Unique find at Viking burial place
Archaelogists have discovered a unique horseman’s grave exceeding 100m2 at a Viking burial place in Denmark. Several other aristocrats’ graves from the time of Harald Bluetooth were also found.
One day in 1951, when a farmer was passing a road construction site at Næsby in the north of Denmark’s Jutland peninsula, he had to take a second look: at his feet was what seemed to be an antique grave that the construction machines were tearing to pieces.
The quick-witted farmer immediately contacted the local museum, which soon got the construction work stopped. Archaeologists, who replaced the construction gang, soon discovered that the nearly destroyed grave belonged to an aristocratic horseman from the Viking age. They found weapons, harnesses and other effects next to the horseman.
Unknown rider not just anybody
Fifty years passed before anyone was allowed to excavate the grave again, and another decade went by before a completely unique find underlined how important the farmer’s alertness had been.
It turned out that round the impressive horseman’s grave – which was made up of a burial mound partly enclosed by a massive circle of stones – had been a high, square fence. The fence had at least one entrance and had probably been richly decorated. In total, this rich man’s burial site exceeded 100 m2.
“This is a unique find,” says Bjarne Henning Nielsen, an archaeologist and the assistant curator at Vesthimmerlands Museum. He was responsible for excavating the whole of the aristocratic burial site, which has 25 graves, but none of the other graves is as large or lavish as the horseman’s.
“This is the first time ever that we’ve seen a grave like this, and so we have nothing to compare it with,” says Nielsen. “But one thing is certain: the person lying here is not just anybody.”
Horseman had high status with Harald Bluetooth
Nielsen and his colleagues have found it difficult to date the burial site exactly, as burial traditions changed at about the time when these people were buried, in about 950.
But it is certain that the burial place was established at a time in Danish history when Harald Bluetooth was assuming a great deal of power in northern parts of the Jutland peninsula – he brutally drove out the ordinary people living in the area when he built the Viking castle at Aggersborg, close to the Limfjord, and gave himself the title of king. The only people not driven out were the type of people now lying in this burial place.
“We don’t know who they are, but we do know they must have been aristocratic,” says Nielsen. “We certainly believe they had close relations with Harald Bluetooth, as they were allowed to remain in the area and were later given lavish funerals.”
The horseman’s grave was so extravagant that it indicates he had very high status with Harald Bluetooth. Another lavish grave, though slightly less luxurious, belonged to a man that the archaeologists have nicknamed ‘the axe-man’.
“At the same burial site we found a man who was buried alongside an axe,” says Nielsen. “He also lay in a large grave, but this was surrounded by an earth-filled ditch that we only know from finds in Norway.”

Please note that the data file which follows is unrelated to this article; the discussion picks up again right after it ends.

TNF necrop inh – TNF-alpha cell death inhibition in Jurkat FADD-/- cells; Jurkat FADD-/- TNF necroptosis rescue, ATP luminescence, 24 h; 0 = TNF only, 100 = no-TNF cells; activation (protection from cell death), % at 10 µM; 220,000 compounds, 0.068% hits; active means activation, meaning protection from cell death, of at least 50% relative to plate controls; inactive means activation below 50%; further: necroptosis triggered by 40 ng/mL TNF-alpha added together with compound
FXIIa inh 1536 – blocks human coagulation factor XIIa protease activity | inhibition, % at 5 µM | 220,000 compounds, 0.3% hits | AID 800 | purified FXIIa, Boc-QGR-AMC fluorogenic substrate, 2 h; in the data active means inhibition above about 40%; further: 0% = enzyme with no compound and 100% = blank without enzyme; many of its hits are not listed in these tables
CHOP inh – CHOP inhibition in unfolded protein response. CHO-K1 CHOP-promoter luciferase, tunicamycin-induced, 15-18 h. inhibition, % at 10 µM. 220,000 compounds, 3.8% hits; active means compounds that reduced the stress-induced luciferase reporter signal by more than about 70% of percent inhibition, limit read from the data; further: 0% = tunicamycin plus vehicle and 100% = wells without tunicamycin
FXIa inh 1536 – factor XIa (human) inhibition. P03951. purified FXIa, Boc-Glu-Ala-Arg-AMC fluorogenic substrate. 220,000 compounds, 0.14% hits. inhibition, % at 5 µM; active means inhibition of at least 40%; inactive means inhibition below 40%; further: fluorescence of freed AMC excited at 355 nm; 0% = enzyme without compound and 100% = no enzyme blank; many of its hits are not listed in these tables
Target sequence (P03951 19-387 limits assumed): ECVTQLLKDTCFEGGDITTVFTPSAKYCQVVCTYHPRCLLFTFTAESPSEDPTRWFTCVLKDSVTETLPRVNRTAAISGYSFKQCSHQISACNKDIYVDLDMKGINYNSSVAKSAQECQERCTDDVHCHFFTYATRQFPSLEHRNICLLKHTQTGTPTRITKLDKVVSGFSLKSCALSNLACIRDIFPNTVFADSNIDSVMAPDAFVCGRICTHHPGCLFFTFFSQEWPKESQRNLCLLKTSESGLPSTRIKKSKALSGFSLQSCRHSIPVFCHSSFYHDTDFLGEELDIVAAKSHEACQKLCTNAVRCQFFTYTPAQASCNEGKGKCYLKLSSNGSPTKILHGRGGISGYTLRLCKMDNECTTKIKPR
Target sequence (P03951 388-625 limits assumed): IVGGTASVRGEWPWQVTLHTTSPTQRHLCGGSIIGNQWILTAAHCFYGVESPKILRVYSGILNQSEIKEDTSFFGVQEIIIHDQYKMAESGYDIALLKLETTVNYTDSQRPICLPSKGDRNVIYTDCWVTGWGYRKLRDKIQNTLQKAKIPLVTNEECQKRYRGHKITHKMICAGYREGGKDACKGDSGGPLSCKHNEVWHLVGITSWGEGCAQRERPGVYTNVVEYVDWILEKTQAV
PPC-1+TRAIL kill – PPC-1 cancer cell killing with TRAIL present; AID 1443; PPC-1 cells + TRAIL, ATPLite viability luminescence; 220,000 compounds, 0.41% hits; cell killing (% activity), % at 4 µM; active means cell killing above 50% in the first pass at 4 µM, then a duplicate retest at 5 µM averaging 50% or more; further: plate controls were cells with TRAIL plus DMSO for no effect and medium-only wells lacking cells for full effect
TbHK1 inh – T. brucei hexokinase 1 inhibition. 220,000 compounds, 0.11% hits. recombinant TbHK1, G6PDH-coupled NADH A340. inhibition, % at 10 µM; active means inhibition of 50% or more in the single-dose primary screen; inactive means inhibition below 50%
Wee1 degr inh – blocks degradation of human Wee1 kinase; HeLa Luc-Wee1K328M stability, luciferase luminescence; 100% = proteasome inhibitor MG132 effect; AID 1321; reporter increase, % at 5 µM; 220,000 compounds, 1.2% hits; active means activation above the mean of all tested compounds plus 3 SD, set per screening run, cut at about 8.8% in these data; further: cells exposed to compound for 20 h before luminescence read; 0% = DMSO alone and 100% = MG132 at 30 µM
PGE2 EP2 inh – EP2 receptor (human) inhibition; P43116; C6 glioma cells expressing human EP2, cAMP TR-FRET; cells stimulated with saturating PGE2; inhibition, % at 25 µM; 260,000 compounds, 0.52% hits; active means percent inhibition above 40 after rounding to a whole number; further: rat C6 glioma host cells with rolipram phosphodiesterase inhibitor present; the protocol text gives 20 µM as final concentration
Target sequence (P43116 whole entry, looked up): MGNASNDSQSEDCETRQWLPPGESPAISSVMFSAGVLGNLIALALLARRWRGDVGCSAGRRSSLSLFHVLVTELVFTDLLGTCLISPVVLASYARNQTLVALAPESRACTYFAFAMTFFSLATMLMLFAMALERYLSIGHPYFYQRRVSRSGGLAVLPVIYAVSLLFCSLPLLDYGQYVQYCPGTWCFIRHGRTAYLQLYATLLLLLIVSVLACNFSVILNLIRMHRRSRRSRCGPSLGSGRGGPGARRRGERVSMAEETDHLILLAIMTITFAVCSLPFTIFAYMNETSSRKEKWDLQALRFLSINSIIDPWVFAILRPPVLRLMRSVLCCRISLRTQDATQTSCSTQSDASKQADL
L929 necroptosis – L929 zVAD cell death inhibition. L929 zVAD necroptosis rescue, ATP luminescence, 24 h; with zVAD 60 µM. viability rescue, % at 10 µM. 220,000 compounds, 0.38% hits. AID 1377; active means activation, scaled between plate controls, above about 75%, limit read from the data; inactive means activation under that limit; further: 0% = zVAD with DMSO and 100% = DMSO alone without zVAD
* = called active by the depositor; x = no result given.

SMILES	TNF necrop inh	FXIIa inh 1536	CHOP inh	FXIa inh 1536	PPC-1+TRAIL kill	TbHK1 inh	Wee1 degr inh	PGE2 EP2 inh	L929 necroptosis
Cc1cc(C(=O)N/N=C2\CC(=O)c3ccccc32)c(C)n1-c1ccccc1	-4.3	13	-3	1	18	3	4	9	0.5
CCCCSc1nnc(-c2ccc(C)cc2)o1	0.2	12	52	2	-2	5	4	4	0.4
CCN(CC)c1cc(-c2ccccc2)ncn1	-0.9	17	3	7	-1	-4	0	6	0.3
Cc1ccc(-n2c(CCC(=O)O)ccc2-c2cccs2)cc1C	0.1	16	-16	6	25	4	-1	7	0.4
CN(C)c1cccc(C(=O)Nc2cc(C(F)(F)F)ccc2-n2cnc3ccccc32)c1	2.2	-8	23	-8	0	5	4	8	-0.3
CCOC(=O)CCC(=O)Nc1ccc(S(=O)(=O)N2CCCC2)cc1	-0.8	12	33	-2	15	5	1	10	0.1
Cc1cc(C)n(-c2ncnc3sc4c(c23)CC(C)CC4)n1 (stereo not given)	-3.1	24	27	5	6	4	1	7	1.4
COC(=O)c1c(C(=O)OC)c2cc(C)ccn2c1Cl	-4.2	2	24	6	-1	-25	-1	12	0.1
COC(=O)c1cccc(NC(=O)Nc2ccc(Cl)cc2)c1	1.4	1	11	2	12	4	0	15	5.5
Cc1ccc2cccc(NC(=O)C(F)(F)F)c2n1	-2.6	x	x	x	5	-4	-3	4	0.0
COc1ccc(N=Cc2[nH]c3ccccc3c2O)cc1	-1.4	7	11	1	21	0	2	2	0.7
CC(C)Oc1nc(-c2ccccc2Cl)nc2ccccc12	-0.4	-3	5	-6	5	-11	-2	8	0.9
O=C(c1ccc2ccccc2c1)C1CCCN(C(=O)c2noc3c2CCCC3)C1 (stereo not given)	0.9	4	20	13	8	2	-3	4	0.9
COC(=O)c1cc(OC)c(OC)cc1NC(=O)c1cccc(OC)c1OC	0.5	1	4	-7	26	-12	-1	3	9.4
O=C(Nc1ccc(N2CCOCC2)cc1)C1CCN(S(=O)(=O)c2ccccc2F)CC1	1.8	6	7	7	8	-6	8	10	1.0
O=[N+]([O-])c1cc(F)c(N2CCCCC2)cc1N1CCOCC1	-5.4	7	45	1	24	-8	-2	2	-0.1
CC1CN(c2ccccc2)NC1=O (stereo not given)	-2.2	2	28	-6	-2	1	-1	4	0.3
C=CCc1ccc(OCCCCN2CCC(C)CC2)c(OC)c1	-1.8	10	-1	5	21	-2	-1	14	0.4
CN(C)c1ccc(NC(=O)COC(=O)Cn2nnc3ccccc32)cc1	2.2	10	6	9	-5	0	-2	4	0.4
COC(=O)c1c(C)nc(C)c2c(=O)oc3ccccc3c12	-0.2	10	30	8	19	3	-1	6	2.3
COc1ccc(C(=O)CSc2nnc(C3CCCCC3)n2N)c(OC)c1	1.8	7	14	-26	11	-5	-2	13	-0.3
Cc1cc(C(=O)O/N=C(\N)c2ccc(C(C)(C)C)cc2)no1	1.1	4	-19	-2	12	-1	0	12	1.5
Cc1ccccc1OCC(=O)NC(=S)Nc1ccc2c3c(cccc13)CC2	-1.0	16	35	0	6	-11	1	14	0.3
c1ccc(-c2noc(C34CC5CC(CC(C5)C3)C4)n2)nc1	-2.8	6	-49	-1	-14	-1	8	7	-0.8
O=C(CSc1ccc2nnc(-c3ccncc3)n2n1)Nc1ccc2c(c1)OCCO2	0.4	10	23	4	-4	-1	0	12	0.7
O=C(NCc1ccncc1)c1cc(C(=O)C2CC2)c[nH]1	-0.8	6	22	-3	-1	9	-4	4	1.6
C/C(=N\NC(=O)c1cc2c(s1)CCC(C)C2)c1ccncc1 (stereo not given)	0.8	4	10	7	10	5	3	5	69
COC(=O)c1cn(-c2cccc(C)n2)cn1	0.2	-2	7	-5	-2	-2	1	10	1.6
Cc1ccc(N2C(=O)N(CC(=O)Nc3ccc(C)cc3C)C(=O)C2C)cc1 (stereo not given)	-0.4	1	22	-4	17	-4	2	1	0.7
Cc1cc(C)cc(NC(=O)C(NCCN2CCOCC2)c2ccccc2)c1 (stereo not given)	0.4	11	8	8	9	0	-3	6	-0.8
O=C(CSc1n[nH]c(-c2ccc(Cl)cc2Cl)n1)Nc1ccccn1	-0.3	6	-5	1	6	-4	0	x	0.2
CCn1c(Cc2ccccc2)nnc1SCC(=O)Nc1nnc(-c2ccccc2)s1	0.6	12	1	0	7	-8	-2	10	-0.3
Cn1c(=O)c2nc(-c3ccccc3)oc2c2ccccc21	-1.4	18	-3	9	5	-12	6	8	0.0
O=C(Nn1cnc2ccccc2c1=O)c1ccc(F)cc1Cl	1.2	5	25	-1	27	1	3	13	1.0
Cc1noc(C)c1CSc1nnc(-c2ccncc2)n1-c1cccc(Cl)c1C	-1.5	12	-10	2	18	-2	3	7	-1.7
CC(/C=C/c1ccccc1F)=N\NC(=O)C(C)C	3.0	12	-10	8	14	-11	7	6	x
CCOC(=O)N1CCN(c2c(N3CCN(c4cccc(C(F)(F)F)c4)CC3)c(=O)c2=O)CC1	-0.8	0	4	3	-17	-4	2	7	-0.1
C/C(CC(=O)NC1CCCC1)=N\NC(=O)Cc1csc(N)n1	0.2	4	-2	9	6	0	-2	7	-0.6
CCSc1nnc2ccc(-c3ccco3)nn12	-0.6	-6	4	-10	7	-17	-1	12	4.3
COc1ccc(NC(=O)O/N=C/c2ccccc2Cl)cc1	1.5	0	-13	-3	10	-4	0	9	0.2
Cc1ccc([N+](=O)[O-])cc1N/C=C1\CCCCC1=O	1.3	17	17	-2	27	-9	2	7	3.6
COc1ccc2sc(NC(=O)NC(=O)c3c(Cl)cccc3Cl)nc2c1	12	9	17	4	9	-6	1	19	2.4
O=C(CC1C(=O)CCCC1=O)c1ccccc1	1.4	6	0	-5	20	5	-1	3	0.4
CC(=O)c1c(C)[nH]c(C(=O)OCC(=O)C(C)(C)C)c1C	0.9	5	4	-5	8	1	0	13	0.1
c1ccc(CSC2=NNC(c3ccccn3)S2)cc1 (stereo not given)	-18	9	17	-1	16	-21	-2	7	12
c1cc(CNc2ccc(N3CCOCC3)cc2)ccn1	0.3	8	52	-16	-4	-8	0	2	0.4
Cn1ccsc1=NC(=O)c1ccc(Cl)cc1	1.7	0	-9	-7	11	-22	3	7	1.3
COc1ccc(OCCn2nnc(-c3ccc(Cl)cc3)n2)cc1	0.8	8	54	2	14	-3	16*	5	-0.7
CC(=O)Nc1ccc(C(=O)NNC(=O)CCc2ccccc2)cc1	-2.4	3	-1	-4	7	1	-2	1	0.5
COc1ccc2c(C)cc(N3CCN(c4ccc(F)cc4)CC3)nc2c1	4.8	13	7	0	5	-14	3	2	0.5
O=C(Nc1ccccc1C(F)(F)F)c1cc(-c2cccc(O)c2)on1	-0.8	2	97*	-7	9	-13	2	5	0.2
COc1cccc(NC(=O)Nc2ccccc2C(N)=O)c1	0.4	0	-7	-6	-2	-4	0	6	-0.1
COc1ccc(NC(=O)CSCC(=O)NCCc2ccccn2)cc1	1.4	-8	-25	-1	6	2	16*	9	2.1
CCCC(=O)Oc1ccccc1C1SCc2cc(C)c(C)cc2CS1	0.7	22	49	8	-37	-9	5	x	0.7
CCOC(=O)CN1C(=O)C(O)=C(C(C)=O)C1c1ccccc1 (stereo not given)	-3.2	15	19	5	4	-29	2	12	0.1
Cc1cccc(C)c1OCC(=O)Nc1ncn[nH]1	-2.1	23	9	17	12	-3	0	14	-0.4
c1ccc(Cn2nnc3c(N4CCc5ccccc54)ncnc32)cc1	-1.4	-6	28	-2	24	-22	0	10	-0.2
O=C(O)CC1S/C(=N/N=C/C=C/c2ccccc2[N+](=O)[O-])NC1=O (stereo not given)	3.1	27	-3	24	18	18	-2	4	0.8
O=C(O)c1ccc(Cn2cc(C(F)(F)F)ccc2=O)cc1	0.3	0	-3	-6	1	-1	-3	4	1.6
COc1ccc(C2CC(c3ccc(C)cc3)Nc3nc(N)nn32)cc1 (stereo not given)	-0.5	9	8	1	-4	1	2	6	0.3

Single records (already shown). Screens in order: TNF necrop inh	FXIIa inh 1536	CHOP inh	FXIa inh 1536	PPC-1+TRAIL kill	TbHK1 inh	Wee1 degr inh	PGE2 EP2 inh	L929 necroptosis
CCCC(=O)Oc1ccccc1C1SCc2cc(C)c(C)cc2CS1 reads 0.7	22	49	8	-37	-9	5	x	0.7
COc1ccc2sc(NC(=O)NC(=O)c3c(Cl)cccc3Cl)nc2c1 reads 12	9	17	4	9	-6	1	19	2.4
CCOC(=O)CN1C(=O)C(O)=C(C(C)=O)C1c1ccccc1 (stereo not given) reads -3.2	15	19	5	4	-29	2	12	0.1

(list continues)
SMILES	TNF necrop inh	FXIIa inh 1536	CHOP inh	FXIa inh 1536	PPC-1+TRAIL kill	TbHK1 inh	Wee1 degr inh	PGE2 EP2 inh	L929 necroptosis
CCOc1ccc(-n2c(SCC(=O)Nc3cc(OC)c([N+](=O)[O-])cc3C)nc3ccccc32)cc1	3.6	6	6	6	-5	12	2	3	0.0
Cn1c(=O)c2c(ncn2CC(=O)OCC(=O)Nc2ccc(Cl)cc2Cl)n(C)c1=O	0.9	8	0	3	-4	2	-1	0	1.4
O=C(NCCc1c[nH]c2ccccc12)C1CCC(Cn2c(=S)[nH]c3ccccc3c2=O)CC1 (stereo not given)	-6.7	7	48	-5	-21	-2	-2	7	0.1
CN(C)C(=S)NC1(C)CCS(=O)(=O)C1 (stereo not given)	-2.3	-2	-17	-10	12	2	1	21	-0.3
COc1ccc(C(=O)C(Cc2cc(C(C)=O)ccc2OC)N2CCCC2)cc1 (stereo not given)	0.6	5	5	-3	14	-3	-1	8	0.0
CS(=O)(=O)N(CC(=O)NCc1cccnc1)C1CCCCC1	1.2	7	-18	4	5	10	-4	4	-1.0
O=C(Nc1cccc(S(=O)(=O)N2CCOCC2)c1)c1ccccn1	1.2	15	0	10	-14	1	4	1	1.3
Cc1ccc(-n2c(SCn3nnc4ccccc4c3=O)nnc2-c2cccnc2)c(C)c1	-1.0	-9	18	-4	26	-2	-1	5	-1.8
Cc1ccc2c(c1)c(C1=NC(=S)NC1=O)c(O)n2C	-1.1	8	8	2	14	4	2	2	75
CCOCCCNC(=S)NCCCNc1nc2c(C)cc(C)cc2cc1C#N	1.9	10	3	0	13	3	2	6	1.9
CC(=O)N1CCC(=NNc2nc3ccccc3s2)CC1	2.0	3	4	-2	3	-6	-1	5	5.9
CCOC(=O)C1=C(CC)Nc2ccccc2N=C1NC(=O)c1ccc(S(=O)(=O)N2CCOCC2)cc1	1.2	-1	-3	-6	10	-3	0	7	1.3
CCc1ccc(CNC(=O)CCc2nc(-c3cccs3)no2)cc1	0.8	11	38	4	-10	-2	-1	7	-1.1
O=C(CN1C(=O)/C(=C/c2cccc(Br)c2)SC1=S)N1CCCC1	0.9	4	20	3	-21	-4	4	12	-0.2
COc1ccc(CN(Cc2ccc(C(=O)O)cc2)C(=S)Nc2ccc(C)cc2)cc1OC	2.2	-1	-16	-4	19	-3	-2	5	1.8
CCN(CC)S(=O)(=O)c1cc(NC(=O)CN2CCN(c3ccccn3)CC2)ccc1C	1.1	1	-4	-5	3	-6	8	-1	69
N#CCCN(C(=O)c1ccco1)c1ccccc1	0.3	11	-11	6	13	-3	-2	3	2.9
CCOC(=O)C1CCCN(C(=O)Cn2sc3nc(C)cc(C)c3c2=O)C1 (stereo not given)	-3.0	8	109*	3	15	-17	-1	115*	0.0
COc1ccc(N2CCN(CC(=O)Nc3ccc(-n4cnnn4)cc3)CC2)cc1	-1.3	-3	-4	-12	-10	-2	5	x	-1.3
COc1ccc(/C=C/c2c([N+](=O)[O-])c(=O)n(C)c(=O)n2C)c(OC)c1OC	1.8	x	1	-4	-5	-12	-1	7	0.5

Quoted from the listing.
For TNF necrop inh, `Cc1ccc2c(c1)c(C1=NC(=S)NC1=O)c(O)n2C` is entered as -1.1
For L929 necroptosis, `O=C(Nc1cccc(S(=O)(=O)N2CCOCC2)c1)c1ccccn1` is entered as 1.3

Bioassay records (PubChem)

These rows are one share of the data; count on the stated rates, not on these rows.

The assistant curator believes the unknown horseman and the axe-man knew each other quite well and were buried at the same site at more or less the same time.
The rest of the burial site probably contains several generations of the same family, from grandmother to grandchildren.
Full of mystery
The burial site has been the cause of conjecture for several reasons.
• The women’s clothes differ in appearance from those found elsewhere in the country at about the same time. Among other items, they have beautiful armhole ornaments, seen on Frankish-Byzantine costumes but not on woollen Nordic clothes.
• The women’s jewellery is much more modest than usual. They wore only a few glass beads and a simple piece of jewellery around their necks, unlike in earlier times, when they had large breast jewellery with heavy hanging chains.
• The axe-man’s grave has a form not seen in Denmark earlier, but known from Norway.
• The horseman’s grave has a form never seen in Denmark before and the source of inspiration is unknown.
• Although Christianity had probably been introduced to Denmark at about this time, the people buried at the site still have items in their graves that traditionally accompanied them to the grave in the Viking age – such as weapons, tools, harnesses and jewels.
• The carriage-like coffins of the women, the horseman’s horse and another buried man’s boat show that several of the people buried here were accompanied by a form of transport, but it is unknown whether this was due to a belief that the dead had to transport themselves to a certain destination in the afterlife – and, if so, where.
The women’s costumes and jewellery in particular indicate that the people buried here had new and different norms than previously, while the jewels and tools indicate their adherence to the traditional Asa faith, which the Vikings followed before Christianity reached Denmark.
According to Nielsen, one explanation for this mystery may be that the people buried here had converted to Christianity but still retained their old ways – either because they were unsure what happened when they met ‘heaven’ or ‘hell’, or, in the assistant curator’s words, “Rich people would always have a need to show other people they are rich, also in heaven.”
Translated by: Michael de Laine